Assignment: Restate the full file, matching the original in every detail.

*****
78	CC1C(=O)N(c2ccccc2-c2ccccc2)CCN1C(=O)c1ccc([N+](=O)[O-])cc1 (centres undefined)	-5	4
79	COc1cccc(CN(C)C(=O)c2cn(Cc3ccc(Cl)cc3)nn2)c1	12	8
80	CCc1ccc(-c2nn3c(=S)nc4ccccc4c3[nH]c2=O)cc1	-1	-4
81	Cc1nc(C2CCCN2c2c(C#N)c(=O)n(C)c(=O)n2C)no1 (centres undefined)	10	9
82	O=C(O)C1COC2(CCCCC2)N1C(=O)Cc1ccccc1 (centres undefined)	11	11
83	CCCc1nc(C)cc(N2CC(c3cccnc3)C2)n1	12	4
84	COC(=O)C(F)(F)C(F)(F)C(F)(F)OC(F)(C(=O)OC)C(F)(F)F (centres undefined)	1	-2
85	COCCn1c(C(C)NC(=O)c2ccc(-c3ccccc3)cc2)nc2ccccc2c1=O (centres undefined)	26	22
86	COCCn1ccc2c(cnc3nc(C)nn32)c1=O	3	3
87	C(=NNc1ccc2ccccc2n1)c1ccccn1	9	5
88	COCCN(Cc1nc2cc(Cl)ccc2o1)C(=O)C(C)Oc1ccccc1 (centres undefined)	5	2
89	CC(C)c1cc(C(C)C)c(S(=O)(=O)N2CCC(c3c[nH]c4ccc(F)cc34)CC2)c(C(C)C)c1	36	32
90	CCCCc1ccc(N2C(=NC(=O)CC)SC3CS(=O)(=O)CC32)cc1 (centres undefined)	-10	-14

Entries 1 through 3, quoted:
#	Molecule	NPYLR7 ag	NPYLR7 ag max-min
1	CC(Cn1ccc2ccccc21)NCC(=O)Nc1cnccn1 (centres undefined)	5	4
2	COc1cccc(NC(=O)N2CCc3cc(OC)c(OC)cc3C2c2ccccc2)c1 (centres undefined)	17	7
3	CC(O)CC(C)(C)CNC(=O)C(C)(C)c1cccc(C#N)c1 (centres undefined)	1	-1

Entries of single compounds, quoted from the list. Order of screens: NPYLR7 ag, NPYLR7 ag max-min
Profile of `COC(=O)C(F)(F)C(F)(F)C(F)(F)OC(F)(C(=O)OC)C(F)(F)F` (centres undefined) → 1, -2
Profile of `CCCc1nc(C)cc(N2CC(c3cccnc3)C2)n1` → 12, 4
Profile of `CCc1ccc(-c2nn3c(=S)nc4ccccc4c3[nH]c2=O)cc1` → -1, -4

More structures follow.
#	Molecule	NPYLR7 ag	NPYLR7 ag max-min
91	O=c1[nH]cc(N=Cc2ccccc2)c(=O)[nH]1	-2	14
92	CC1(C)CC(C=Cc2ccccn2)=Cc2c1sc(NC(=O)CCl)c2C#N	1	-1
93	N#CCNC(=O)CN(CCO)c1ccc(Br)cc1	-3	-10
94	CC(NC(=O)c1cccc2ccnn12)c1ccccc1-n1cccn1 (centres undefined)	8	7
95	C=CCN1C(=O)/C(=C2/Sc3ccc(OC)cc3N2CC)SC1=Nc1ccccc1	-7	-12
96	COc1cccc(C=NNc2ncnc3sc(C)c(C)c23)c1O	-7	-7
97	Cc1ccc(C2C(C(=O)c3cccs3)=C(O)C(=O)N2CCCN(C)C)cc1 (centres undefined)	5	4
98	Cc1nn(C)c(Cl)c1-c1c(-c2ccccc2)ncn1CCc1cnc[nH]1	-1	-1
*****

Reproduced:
78	CC1C(=O)N(c2ccccc2-c2ccccc2)CCN1C(=O)c1ccc([N+](=O)[O-])cc1 (centres undefined)	-5	4
79	COc1cccc(CN(C)C(=O)c2cn(Cc3ccc(Cl)cc3)nn2)c1	12	8
80	CCc1ccc(-c2nn3c(=S)nc4ccccc4c3[nH]c2=O)cc1	-1	-4
81	Cc1nc(C2CCCN2c2c(C#N)c(=O)n(C)c(=O)n2C)no1 (centres undefined)	10	9
82	O=C(O)C1COC2(CCCCC2)N1C(=O)Cc1ccccc1 (centres undefined)	11	11
83	CCCc1nc(C)cc(N2CC(c3cccnc3)C2)n1	12	4
84	COC(=O)C(F)(F)C(F)(F)C(F)(F)OC(F)(C(=O)OC)C(F)(F)F (centres undefined)	1	-2
85	COCCn1c(C(C)NC(=O)c2ccc(-c3ccccc3)cc2)nc2ccccc2c1=O (centres undefined)	26	22
86	COCCn1ccc2c(cnc3nc(C)nn32)c1=O	3	3
87	C(=NNc1ccc2ccccc2n1)c1ccccn1	9	5
88	COCCN(Cc1nc2cc(Cl)ccc2o1)C(=O)C(C)Oc1ccccc1 (centres undefined)	5	2
89	CC(C)c1cc(C(C)C)c(S(=O)(=O)N2CCC(c3c[nH]c4ccc(F)cc34)CC2)c(C(C)C)c1	36	32
90	CCCCc1ccc(N2C(=NC(=O)CC)SC3CS(=O)(=O)CC32)cc1 (centres undefined)	-10	-14

Entries 1 through 3, quoted:
#	Molecule	NPYLR7 ag	NPYLR7 ag max-min
1	CC(Cn1ccc2ccccc21)NCC(=O)Nc1cnccn1 (centres undefined)	5	4
2	COc1cccc(NC(=O)N2CCc3cc(OC)c(OC)cc3C2c2ccccc2)c1 (centres undefined)	17	7
3	CC(O)CC(C)(C)CNC(=O)C(C)(C)c1cccc(C#N)c1 (centres undefined)	1	-1

Entries of single compounds, quoted from the list. Order of screens: NPYLR7 ag, NPYLR7 ag max-min
Profile of `COC(=O)C(F)(F)C(F)(F)C(F)(F)OC(F)(C(=O)OC)C(F)(F)F` (centres undefined) → 1, -2
Profile of `CCCc1nc(C)cc(N2CC(c3cccnc3)C2)n1` → 12, 4
Profile of `CCc1ccc(-c2nn3c(=S)nc4ccccc4c3[nH]c2=O)cc1` → -1, -4

More structures follow.
#	Molecule	NPYLR7 ag	NPYLR7 ag max-min
91	O=c1[nH]cc(N=Cc2ccccc2)c(=O)[nH]1	-2	14
92	CC1(C)CC(C=Cc2ccccn2)=Cc2c1sc(NC(=O)CCl)c2C#N	1	-1
93	N#CCNC(=O)CN(CCO)c1ccc(Br)cc1	-3	-10
94	CC(NC(=O)c1cccc2ccnn12)c1ccccc1-n1cccn1 (centres undefined)	8	7
95	C=CCN1C(=O)/C(=C2/Sc3ccc(OC)cc3N2CC)SC1=Nc1ccccc1	-7	-12
96	COc1cccc(C=NNc2ncnc3sc(C)c(C)c23)c1O	-7	-7
97	Cc1ccc(C2C(C(=O)c3cccs3)=C(O)C(=O)N2CCCN(C)C)cc1 (centres undefined)	5	4
98	Cc1nn(C)c(Cl)c1-c1c(-c2ccccc2)ncn1CCc1cnc[nH]1	-1	-1